Boston — Concertgoers might have noticed a time warp Wednesday in Symphony Hall, at the world premi`ere of a choral work combining 17th-century devotional poetry with 20th-century 12-tone music. But there's no disputing that ``The White Island,'' by Donald Martino, received a masterly performance from the Tanglewood Festival Chorus under director John Oliver, while an ensemble from the Boston Symphony Orchestra deftly executed the difficult accompaniment. And the appreciative audience gave the Pulitzer Prize-winning composer a warm round of applause.
Mr. Martino had long been aware of the dramatic possibilities in Robert Herrick's jaunty but heartfelt verses on mortality and salvation. So when commissioned to write something in honor of the BSO's centennial, he selected five of Herrick's poems to set to music.
The sequence begins with ``The Bellman'' and ``Upon Time,'' in which the poet imagines the clock ticking away toward judgment day and contemplates accounts that must be squared. Martino's setting opens with chimes tolling, tympani beating, and trombones growling. The music is dissonant and agitated as the chorus sings of ``death and dreadfulness.'' Then ``His Letanie, to the Holy Spirit'' presents a catalog of earthly distresses, each ending with the plea ``Sweet Spirit comfort me!'' - which Martino frames as a dialogue, with the men of the chorus chanting the complaints and the women answering with the beautifully melodic prayers. Ever so gradually the women's voices become dominant, and the men join with them.
``The goodness of his God'' finds the women singing about the storms of the soul and the men answering with choralelike hymns of reassurance, which culminate in a unison verse. Finally ``The white Island: or Place of the Blest'' (for which the whole work is named) inspires an ethereal setting for a text celebrating the joys of heaven and immortality, with a final note that goes on forever.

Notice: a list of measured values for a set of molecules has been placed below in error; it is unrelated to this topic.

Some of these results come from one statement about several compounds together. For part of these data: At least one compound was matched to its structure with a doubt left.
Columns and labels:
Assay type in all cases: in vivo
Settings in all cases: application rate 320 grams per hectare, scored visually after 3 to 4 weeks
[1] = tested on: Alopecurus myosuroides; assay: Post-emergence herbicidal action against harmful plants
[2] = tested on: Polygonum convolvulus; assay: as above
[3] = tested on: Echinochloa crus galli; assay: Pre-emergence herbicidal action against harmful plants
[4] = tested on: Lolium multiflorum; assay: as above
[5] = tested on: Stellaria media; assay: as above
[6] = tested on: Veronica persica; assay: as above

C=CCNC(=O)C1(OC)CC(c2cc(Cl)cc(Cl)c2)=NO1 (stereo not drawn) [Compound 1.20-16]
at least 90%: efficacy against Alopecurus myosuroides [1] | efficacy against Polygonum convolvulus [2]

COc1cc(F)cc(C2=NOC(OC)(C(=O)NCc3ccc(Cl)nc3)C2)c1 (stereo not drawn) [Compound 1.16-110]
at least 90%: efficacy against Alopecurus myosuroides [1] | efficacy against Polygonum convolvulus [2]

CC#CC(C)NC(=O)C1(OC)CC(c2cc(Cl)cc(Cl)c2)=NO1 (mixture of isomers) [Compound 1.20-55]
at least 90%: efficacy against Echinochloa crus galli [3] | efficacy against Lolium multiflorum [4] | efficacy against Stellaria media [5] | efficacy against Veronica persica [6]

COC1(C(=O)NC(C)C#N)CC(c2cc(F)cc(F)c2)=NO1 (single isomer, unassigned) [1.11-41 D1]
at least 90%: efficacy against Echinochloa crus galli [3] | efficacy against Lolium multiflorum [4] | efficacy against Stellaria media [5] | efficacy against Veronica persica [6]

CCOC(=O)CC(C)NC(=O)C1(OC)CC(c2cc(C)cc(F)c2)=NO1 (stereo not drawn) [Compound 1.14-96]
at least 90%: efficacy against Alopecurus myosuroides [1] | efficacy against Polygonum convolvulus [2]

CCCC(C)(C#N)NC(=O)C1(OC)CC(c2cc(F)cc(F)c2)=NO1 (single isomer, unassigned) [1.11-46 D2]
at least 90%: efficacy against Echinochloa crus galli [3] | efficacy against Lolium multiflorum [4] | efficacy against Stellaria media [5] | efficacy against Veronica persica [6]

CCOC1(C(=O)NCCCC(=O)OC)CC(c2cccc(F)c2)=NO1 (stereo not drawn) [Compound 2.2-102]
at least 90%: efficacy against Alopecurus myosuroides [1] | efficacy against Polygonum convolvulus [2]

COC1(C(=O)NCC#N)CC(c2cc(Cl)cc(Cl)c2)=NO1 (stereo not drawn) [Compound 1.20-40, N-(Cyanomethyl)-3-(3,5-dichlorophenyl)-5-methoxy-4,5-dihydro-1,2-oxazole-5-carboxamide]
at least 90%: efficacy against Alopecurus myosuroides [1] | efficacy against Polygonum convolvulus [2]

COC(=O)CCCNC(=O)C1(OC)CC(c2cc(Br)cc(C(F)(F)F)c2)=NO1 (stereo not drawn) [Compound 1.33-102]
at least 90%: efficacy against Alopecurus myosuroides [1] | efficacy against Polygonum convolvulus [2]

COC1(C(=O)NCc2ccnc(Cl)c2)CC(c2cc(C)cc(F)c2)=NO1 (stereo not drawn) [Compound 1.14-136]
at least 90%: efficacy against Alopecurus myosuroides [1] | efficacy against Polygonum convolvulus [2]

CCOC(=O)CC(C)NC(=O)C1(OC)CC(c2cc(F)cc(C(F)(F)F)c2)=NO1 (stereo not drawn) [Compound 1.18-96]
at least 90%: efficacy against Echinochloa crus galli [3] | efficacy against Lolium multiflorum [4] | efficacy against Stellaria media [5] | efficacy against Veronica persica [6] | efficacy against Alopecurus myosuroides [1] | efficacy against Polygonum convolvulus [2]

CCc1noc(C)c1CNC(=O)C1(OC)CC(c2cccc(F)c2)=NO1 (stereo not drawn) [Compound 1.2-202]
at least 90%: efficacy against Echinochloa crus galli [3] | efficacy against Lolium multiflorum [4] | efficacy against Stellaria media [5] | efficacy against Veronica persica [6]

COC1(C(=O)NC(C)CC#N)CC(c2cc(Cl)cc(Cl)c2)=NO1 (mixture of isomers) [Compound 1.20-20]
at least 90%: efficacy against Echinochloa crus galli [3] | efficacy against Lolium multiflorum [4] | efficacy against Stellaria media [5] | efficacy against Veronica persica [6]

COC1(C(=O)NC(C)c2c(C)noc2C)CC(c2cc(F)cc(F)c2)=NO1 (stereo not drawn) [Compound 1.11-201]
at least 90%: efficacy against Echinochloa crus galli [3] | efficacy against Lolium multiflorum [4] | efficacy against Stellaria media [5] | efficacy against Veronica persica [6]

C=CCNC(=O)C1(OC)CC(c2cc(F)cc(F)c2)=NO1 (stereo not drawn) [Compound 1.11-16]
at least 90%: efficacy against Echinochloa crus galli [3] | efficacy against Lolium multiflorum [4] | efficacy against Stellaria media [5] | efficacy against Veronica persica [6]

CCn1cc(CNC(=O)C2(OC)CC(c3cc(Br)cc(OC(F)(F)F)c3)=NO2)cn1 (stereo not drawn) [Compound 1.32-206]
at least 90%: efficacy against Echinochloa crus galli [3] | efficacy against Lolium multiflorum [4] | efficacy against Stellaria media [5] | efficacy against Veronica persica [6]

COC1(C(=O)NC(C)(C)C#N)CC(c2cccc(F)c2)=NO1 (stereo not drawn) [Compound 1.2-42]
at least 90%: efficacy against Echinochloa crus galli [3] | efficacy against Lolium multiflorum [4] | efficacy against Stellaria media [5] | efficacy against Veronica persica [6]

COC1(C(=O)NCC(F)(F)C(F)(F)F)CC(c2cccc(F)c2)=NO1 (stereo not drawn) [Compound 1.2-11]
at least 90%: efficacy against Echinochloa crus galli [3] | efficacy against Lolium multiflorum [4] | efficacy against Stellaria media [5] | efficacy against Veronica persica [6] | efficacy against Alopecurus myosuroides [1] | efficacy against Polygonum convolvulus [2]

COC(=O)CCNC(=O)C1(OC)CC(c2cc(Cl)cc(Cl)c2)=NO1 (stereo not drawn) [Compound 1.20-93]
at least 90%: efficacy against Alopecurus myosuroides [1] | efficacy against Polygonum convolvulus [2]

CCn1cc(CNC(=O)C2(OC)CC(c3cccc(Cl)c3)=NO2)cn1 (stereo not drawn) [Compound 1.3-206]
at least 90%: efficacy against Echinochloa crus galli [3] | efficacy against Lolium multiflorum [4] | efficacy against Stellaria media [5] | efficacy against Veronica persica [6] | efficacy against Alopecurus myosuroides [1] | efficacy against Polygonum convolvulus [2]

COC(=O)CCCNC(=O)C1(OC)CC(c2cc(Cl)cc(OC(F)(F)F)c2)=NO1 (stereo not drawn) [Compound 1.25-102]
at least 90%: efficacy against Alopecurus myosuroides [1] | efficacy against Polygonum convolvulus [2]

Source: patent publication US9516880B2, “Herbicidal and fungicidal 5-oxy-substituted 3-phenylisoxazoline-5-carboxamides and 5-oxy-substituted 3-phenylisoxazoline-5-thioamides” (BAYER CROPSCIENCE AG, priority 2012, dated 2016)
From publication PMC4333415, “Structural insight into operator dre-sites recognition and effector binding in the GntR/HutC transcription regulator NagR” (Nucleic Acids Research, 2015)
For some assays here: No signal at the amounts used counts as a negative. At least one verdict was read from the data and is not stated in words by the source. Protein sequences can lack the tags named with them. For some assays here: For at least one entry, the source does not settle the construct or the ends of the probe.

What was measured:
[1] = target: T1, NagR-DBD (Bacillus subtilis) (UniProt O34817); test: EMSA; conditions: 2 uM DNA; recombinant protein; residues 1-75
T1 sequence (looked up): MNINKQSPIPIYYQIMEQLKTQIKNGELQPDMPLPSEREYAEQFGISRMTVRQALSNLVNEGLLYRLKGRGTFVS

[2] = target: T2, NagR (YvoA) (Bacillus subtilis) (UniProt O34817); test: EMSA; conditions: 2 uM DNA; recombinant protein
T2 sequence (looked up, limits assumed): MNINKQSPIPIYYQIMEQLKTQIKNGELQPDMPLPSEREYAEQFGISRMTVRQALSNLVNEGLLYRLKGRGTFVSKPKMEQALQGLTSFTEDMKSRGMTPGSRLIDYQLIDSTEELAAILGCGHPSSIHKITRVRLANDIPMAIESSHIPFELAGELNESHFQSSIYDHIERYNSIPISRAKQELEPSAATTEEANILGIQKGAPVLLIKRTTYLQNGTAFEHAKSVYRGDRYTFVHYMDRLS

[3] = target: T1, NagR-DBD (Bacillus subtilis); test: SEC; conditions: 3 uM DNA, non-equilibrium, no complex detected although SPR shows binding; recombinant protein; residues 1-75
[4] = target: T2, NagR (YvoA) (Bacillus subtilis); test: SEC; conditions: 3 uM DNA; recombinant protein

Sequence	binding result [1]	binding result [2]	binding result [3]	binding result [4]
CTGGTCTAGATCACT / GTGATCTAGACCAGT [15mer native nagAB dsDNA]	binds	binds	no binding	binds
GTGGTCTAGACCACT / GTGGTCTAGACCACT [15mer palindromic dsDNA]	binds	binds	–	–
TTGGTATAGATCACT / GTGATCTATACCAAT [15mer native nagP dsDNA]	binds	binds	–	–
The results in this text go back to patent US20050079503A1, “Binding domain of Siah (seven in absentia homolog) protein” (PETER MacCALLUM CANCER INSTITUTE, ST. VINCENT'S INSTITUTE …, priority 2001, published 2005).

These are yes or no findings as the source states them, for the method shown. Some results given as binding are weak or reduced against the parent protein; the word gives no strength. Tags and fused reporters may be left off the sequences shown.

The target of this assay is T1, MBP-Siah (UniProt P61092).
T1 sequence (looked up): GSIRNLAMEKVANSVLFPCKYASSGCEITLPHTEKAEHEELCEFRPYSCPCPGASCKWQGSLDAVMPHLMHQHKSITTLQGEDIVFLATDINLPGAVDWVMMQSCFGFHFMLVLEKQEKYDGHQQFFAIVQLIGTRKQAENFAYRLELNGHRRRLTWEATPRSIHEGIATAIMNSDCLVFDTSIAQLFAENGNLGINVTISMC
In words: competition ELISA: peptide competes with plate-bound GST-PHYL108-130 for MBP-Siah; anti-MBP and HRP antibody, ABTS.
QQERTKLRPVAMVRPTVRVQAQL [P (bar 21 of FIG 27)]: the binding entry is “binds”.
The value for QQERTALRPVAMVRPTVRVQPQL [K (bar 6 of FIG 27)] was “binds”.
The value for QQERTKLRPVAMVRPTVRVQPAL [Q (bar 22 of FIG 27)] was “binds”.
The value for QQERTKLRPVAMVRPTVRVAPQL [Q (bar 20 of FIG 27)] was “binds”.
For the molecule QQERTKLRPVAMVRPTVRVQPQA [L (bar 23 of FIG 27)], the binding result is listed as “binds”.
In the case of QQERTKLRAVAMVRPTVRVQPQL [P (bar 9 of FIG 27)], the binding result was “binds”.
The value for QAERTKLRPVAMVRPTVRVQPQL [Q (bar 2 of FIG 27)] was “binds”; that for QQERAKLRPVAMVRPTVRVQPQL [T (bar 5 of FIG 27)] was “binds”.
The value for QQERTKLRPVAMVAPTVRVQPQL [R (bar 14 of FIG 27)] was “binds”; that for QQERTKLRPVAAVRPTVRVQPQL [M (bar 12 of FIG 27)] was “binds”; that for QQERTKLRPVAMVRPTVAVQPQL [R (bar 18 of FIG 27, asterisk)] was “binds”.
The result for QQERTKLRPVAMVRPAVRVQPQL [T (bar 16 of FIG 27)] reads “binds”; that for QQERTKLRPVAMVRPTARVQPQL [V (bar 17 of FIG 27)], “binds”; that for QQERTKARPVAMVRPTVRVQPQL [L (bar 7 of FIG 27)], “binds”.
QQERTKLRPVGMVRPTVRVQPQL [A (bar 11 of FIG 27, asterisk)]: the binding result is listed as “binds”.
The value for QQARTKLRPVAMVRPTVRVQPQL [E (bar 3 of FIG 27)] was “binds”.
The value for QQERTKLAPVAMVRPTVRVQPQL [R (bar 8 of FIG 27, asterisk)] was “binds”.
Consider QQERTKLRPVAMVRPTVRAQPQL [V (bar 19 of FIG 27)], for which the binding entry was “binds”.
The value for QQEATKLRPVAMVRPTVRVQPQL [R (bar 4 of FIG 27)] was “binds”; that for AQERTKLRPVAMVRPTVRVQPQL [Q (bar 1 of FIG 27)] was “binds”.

Martino is an heir of Schoenberg, who sought new worlds to conquer by abandoning the well-used harmonic structure of his predecessors and adopting one based on the serialized repetition of tone sequences.
Nonetheless, the sequences Martino often selects are reminiscent of the old harmonies. So ``The White Island'' is ``blatantly concerned with tonality,'' as he puts it, even though technically nontonal. It's also rich with the kind of ``text-painting'' found in Renaissance music - the line that rushes dramatically down the scale when words like ``streams'' or ``tears'' are sung, or that surges skyward with a verb like ``fly.'' The work also contains some brief snatches from jazz, Verdi, and other sources keen listeners may catch. In all, it's a rich, resonant, and intelligent composition, whose audience appeal will likely grow as ears become better attuned to the musical language of the present.